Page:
Those of us with insurance can also save...although the savings will usually be less.  It always makes sense to ask what the cost of a prescription would be if you didn’t use your insurance.  It will usually be less with insurance, but not always. If the drug is cheap or if your copay is fixed you may save money by paying cash.  This is frequently the case for chronic medications that are cheap. The cost for 100 pills could be close to the copay of one month’s supply.  That means that you get over 3x the amount for the same. Just ask! Also, be sure to use one of the preferred pharmacies in your network. The copay will be lower here than an out of network pharmacy.


Do not assume that the first price you’re quoted is what you have to pay! In summary, it pays to shop around! 

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Article Written By Michael Huff, MD

Dr. Huff is a third-generation family practitioner.  He practices family medicine in Oxnard where he was born and raised. He has been in practice for over 25 years.  His special interests are pediatrics, gynecology and sports medicine.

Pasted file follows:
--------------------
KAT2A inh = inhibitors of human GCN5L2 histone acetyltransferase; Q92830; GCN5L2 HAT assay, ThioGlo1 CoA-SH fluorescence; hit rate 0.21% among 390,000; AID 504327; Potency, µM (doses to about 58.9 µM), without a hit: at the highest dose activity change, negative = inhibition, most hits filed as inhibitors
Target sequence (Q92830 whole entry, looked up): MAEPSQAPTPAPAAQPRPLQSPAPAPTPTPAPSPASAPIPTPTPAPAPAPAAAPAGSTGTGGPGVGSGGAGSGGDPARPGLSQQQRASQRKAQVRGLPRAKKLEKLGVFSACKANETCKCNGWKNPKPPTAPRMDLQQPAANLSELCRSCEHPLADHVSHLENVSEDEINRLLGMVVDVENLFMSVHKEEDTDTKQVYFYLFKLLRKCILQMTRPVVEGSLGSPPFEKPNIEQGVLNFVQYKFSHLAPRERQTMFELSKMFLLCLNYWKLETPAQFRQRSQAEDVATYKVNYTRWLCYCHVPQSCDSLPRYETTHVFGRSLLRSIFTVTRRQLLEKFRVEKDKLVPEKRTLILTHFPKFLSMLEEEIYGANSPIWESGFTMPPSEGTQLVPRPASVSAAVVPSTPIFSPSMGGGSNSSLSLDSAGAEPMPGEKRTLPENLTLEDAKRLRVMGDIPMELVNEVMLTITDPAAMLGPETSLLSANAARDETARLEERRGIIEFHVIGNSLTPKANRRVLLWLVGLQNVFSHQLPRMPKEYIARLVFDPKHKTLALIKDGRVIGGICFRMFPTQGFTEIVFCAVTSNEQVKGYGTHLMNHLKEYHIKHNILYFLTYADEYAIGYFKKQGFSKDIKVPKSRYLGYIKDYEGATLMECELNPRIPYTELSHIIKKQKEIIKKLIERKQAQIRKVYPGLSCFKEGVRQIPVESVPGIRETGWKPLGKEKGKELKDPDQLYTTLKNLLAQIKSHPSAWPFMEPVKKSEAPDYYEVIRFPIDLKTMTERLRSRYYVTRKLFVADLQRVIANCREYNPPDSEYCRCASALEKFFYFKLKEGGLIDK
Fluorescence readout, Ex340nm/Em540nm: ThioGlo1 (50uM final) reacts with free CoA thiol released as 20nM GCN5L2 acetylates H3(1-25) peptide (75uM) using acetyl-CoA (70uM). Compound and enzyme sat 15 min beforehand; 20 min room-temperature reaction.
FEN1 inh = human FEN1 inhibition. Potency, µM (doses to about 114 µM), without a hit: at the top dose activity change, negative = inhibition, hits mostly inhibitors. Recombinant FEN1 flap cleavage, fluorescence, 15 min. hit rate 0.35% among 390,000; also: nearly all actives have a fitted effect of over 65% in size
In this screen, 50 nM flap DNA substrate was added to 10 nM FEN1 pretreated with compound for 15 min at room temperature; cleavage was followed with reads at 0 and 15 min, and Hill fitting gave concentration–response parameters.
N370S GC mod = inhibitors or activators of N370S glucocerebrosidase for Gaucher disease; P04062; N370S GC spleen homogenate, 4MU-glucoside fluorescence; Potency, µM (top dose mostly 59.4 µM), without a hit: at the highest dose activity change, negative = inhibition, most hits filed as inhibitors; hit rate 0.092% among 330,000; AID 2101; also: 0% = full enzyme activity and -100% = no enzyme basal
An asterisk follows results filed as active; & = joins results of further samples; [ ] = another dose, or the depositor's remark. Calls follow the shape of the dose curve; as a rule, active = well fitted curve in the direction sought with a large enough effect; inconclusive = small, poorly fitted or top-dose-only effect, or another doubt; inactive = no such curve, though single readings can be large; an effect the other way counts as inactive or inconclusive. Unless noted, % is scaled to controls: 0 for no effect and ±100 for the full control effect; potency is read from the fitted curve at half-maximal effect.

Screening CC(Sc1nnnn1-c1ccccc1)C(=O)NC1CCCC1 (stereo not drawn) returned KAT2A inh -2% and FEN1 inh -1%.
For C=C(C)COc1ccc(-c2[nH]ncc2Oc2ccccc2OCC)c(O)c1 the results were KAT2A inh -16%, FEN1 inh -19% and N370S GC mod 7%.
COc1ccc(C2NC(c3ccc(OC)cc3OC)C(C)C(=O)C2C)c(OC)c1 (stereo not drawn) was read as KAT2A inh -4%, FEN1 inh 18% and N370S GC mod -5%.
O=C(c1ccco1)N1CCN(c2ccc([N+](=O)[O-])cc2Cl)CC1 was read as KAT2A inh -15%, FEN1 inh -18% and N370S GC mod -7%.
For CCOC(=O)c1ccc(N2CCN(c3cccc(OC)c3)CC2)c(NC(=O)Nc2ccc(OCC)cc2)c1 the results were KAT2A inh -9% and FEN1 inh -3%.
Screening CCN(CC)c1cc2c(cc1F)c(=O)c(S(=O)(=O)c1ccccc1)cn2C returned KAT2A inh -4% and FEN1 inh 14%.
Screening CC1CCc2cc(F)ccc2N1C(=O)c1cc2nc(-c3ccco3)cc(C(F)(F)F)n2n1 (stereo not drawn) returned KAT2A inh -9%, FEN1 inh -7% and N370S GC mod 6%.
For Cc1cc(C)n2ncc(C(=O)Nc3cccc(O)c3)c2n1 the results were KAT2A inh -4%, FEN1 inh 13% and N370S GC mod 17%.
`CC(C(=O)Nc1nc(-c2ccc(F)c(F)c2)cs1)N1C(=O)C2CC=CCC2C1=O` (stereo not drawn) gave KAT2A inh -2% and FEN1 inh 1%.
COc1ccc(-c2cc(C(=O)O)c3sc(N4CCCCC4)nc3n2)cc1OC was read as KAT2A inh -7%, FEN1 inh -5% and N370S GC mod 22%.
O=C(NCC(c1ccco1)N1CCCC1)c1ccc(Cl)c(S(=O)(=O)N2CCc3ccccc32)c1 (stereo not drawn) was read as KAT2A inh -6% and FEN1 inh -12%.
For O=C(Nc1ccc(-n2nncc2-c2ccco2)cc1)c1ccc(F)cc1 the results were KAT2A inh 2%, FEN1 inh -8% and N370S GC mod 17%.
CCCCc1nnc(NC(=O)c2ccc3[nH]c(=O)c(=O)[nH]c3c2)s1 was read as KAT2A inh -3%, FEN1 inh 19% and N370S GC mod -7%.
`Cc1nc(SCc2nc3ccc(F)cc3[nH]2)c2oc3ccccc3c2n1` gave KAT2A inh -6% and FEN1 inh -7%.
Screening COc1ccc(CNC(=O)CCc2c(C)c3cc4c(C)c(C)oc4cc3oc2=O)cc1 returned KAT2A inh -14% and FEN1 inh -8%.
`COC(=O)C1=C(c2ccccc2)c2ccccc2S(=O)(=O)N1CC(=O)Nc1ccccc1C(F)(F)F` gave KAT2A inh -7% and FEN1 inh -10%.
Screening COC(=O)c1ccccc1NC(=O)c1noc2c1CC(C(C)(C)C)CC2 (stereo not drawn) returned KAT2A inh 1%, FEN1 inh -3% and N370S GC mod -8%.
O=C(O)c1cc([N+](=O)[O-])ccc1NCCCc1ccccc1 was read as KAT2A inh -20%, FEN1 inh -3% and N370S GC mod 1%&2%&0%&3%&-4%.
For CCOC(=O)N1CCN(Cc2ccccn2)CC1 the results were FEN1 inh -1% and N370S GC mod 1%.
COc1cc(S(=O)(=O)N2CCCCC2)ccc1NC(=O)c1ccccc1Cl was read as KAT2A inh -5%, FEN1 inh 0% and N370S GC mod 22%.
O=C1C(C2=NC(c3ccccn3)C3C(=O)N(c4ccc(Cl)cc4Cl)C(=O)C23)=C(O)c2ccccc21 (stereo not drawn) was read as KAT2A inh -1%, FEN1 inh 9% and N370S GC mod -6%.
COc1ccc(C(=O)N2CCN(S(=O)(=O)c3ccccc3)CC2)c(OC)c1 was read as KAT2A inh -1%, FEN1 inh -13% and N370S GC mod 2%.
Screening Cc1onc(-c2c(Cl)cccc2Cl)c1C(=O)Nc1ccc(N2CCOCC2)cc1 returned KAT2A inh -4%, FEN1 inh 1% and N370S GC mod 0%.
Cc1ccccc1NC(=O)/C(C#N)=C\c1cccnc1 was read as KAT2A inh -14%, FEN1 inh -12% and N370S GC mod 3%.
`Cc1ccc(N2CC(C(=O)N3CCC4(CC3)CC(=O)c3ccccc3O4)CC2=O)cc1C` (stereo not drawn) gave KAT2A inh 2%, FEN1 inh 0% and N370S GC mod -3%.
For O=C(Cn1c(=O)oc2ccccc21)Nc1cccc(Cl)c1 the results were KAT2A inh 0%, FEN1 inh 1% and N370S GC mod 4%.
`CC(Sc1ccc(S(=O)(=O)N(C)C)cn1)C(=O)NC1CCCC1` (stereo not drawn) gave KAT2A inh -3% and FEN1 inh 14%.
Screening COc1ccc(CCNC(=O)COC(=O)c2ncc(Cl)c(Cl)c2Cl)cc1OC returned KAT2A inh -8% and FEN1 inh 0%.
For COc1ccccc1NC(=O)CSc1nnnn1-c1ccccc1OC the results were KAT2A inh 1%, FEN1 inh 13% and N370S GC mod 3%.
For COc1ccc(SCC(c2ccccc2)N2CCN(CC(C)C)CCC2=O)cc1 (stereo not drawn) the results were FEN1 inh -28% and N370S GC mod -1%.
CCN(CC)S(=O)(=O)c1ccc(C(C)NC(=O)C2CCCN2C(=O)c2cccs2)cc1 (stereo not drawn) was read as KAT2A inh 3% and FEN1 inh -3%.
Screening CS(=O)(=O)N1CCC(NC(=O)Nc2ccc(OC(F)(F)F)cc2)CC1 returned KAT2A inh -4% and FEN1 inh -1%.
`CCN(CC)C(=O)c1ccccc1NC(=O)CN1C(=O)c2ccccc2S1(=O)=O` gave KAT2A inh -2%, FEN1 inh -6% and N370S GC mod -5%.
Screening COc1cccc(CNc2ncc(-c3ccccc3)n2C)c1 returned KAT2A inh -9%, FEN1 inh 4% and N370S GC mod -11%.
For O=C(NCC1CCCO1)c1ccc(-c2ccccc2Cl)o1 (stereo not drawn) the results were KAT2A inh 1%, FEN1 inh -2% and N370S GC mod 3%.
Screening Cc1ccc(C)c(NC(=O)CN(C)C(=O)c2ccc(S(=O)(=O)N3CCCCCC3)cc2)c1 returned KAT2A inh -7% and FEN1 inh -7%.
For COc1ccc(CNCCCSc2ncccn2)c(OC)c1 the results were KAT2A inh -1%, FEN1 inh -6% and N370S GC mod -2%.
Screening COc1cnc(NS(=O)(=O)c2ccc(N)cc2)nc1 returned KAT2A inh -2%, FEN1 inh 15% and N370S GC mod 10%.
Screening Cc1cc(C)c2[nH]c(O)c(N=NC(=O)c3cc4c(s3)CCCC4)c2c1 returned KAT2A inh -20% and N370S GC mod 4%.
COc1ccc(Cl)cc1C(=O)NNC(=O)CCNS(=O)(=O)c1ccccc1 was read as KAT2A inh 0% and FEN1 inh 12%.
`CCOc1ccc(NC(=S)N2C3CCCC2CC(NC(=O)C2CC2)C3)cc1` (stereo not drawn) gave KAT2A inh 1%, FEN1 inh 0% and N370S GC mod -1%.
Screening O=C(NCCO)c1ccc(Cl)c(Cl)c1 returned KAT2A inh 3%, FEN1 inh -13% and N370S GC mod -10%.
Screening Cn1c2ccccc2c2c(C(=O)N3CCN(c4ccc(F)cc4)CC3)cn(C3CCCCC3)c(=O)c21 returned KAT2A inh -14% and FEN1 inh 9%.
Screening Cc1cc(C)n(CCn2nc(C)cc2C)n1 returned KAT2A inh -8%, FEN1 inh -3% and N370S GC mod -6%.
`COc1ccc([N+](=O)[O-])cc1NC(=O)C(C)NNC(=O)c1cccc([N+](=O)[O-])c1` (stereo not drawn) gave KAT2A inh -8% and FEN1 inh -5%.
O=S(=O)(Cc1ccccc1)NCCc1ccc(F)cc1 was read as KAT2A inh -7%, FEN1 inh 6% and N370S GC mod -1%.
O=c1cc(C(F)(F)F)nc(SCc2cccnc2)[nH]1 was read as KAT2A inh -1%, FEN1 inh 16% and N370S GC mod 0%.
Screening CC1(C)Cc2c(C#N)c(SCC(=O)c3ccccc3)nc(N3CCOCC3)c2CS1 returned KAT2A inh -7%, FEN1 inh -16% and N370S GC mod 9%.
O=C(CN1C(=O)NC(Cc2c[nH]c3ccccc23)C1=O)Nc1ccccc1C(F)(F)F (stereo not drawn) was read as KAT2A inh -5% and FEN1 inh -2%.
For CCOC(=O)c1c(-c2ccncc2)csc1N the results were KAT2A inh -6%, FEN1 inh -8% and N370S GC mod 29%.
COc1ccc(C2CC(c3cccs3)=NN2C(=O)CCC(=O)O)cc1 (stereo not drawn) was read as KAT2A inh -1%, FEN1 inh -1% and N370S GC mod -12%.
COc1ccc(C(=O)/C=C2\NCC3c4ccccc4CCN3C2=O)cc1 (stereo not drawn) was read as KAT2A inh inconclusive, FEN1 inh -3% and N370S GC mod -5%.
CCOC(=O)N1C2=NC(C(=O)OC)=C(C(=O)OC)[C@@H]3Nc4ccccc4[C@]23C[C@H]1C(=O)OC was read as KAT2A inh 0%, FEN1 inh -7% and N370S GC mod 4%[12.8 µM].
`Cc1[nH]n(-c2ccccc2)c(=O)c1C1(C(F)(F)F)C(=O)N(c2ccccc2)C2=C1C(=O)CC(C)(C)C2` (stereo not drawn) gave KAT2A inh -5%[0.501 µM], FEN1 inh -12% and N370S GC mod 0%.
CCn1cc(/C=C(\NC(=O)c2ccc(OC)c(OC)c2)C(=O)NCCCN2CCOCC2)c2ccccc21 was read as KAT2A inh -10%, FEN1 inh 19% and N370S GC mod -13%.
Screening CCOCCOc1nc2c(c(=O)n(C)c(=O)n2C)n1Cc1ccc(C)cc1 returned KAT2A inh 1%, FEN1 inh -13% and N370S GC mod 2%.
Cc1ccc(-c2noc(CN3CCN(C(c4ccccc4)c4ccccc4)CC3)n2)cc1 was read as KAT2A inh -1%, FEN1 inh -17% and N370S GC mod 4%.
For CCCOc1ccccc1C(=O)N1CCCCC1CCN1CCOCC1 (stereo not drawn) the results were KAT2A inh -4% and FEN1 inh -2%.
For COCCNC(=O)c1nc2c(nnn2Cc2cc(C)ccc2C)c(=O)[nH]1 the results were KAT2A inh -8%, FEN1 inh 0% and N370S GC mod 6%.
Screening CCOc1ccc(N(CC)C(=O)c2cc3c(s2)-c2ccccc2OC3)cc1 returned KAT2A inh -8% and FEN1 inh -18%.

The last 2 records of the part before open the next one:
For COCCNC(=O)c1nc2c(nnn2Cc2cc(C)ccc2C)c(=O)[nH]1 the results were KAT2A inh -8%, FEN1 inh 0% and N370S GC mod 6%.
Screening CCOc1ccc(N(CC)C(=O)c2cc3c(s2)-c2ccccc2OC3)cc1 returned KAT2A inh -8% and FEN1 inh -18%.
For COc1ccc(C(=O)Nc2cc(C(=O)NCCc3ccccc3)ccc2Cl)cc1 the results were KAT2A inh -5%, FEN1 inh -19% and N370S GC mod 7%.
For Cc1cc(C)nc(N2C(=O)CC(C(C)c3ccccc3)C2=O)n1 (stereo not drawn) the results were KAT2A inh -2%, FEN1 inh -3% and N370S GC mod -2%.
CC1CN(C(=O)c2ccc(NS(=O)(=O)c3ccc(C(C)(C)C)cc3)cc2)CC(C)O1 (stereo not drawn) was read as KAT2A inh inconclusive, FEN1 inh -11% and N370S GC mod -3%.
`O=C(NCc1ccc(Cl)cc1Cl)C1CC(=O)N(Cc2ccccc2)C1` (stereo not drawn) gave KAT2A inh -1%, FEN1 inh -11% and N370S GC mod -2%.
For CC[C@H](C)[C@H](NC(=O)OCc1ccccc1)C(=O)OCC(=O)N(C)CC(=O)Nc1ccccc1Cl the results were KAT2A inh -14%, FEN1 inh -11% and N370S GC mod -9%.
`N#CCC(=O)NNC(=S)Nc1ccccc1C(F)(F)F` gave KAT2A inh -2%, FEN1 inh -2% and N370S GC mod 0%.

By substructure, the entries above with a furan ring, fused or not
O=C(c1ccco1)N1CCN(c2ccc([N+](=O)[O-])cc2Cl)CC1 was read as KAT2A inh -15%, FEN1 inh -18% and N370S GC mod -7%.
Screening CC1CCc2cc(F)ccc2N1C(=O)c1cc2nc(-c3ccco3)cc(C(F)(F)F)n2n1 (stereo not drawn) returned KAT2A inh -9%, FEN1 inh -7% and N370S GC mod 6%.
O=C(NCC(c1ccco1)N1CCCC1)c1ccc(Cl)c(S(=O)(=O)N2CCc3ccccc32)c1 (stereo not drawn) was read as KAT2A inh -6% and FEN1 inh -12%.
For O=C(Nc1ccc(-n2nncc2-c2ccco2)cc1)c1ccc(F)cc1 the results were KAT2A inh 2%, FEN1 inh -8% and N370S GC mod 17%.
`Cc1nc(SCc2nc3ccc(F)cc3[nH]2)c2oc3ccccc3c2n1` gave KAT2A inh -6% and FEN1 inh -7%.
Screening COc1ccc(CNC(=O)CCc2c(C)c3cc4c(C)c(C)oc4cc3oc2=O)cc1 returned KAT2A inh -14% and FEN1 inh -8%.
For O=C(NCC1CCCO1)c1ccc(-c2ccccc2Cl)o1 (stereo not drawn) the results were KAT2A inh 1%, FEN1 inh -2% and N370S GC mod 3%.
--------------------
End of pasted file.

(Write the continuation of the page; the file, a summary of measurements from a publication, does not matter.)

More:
Dry Skin 101 with Michael Huff, MD!


Dry Skin 101 with Michael Huff, MD

When one realizes that we live in a semi-arid desert it is easy to understand why dry skin is one of the commonest things seen in a primary care doctor’s office. This complaint is more common in the winter when the air is even drier.

When a patient suffers from dry skin the most common complaint is “I itch!”, but there is no rash. It is also usual that the itch is worse at night. Commonly there is no visible sign that there is anything wrong with the skin. Occasionally there will be some scales or other signs of dry skin, but these findings are less common than normal appearing skin. If the patient is scratching the itch there are frequently some small scabs on the problem area. These areas are commonly the lower legs.